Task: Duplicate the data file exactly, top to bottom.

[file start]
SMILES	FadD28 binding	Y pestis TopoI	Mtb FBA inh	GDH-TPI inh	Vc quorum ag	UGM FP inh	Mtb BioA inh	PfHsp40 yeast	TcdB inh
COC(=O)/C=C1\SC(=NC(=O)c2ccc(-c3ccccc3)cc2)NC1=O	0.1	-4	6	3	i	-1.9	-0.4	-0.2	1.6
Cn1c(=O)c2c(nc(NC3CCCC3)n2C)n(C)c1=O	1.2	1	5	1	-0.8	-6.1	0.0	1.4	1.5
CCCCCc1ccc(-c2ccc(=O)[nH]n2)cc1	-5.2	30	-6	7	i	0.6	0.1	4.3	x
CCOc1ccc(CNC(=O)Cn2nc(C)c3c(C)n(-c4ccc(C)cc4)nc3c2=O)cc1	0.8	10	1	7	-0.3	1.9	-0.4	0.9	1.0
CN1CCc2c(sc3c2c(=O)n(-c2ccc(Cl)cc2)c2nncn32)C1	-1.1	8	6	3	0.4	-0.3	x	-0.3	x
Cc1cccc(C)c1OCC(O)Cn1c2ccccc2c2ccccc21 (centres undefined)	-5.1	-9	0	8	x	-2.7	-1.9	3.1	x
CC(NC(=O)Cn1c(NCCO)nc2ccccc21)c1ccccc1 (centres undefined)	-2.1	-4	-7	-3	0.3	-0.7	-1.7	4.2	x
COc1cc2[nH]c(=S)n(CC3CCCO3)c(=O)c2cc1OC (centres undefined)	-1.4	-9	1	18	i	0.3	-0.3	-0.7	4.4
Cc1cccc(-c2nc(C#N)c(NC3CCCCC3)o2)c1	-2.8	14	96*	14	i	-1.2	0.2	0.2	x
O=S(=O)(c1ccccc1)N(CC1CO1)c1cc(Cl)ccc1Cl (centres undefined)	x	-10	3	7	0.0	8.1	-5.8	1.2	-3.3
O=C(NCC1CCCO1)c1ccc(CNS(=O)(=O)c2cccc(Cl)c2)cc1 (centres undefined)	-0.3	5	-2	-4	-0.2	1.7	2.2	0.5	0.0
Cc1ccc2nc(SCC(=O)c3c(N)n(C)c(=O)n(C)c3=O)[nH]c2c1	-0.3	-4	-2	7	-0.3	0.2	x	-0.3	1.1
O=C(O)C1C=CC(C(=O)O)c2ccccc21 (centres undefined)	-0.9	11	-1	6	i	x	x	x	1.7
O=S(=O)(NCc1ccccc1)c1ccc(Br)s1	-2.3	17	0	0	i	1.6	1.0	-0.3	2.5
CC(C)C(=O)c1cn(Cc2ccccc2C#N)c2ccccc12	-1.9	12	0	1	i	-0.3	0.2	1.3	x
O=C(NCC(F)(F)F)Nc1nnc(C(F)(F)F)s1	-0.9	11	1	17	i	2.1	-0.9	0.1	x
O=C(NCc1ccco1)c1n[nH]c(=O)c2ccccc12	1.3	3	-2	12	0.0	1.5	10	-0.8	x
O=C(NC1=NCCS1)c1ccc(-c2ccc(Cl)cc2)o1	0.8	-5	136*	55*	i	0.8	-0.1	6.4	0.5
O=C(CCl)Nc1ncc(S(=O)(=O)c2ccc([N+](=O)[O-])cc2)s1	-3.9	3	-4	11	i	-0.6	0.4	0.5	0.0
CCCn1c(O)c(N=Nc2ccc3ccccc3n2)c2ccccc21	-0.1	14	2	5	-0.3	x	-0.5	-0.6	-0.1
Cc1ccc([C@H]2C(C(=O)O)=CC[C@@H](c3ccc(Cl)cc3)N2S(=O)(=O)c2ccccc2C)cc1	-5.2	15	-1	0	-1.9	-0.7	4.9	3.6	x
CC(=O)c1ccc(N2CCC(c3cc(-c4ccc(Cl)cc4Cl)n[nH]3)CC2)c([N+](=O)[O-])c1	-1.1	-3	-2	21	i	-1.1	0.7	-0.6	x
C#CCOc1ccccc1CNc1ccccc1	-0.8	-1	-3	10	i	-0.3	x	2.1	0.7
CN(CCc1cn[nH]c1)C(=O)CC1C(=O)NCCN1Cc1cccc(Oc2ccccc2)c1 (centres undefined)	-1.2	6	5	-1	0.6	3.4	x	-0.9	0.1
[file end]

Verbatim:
SMILES	FadD28 binding	Y pestis TopoI	Mtb FBA inh	GDH-TPI inh	Vc quorum ag	UGM FP inh	Mtb BioA inh	PfHsp40 yeast	TcdB inh
COC(=O)/C=C1\SC(=NC(=O)c2ccc(-c3ccccc3)cc2)NC1=O	0.1	-4	6	3	i	-1.9	-0.4	-0.2	1.6
Cn1c(=O)c2c(nc(NC3CCCC3)n2C)n(C)c1=O	1.2	1	5	1	-0.8	-6.1	0.0	1.4	1.5
CCCCCc1ccc(-c2ccc(=O)[nH]n2)cc1	-5.2	30	-6	7	i	0.6	0.1	4.3	x
CCOc1ccc(CNC(=O)Cn2nc(C)c3c(C)n(-c4ccc(C)cc4)nc3c2=O)cc1	0.8	10	1	7	-0.3	1.9	-0.4	0.9	1.0
CN1CCc2c(sc3c2c(=O)n(-c2ccc(Cl)cc2)c2nncn32)C1	-1.1	8	6	3	0.4	-0.3	x	-0.3	x
Cc1cccc(C)c1OCC(O)Cn1c2ccccc2c2ccccc21 (centres undefined)	-5.1	-9	0	8	x	-2.7	-1.9	3.1	x
CC(NC(=O)Cn1c(NCCO)nc2ccccc21)c1ccccc1 (centres undefined)	-2.1	-4	-7	-3	0.3	-0.7	-1.7	4.2	x
COc1cc2[nH]c(=S)n(CC3CCCO3)c(=O)c2cc1OC (centres undefined)	-1.4	-9	1	18	i	0.3	-0.3	-0.7	4.4
Cc1cccc(-c2nc(C#N)c(NC3CCCCC3)o2)c1	-2.8	14	96*	14	i	-1.2	0.2	0.2	x
O=S(=O)(c1ccccc1)N(CC1CO1)c1cc(Cl)ccc1Cl (centres undefined)	x	-10	3	7	0.0	8.1	-5.8	1.2	-3.3
O=C(NCC1CCCO1)c1ccc(CNS(=O)(=O)c2cccc(Cl)c2)cc1 (centres undefined)	-0.3	5	-2	-4	-0.2	1.7	2.2	0.5	0.0
Cc1ccc2nc(SCC(=O)c3c(N)n(C)c(=O)n(C)c3=O)[nH]c2c1	-0.3	-4	-2	7	-0.3	0.2	x	-0.3	1.1
O=C(O)C1C=CC(C(=O)O)c2ccccc21 (centres undefined)	-0.9	11	-1	6	i	x	x	x	1.7
O=S(=O)(NCc1ccccc1)c1ccc(Br)s1	-2.3	17	0	0	i	1.6	1.0	-0.3	2.5
CC(C)C(=O)c1cn(Cc2ccccc2C#N)c2ccccc12	-1.9	12	0	1	i	-0.3	0.2	1.3	x
O=C(NCC(F)(F)F)Nc1nnc(C(F)(F)F)s1	-0.9	11	1	17	i	2.1	-0.9	0.1	x
O=C(NCc1ccco1)c1n[nH]c(=O)c2ccccc12	1.3	3	-2	12	0.0	1.5	10	-0.8	x
O=C(NC1=NCCS1)c1ccc(-c2ccc(Cl)cc2)o1	0.8	-5	136*	55*	i	0.8	-0.1	6.4	0.5
O=C(CCl)Nc1ncc(S(=O)(=O)c2ccc([N+](=O)[O-])cc2)s1	-3.9	3	-4	11	i	-0.6	0.4	0.5	0.0
CCCn1c(O)c(N=Nc2ccc3ccccc3n2)c2ccccc21	-0.1	14	2	5	-0.3	x	-0.5	-0.6	-0.1
Cc1ccc([C@H]2C(C(=O)O)=CC[C@@H](c3ccc(Cl)cc3)N2S(=O)(=O)c2ccccc2C)cc1	-5.2	15	-1	0	-1.9	-0.7	4.9	3.6	x
CC(=O)c1ccc(N2CCC(c3cc(-c4ccc(Cl)cc4Cl)n[nH]3)CC2)c([N+](=O)[O-])c1	-1.1	-3	-2	21	i	-1.1	0.7	-0.6	x
C#CCOc1ccccc1CNc1ccccc1	-0.8	-1	-3	10	i	-0.3	x	2.1	0.7
CN(CCc1cn[nH]c1)C(=O)CC1C(=O)NCCN1Cc1cccc(Oc2ccccc2)c1 (centres undefined)	-1.2	6	5	-1	0.6	3.4	x	-0.9	0.1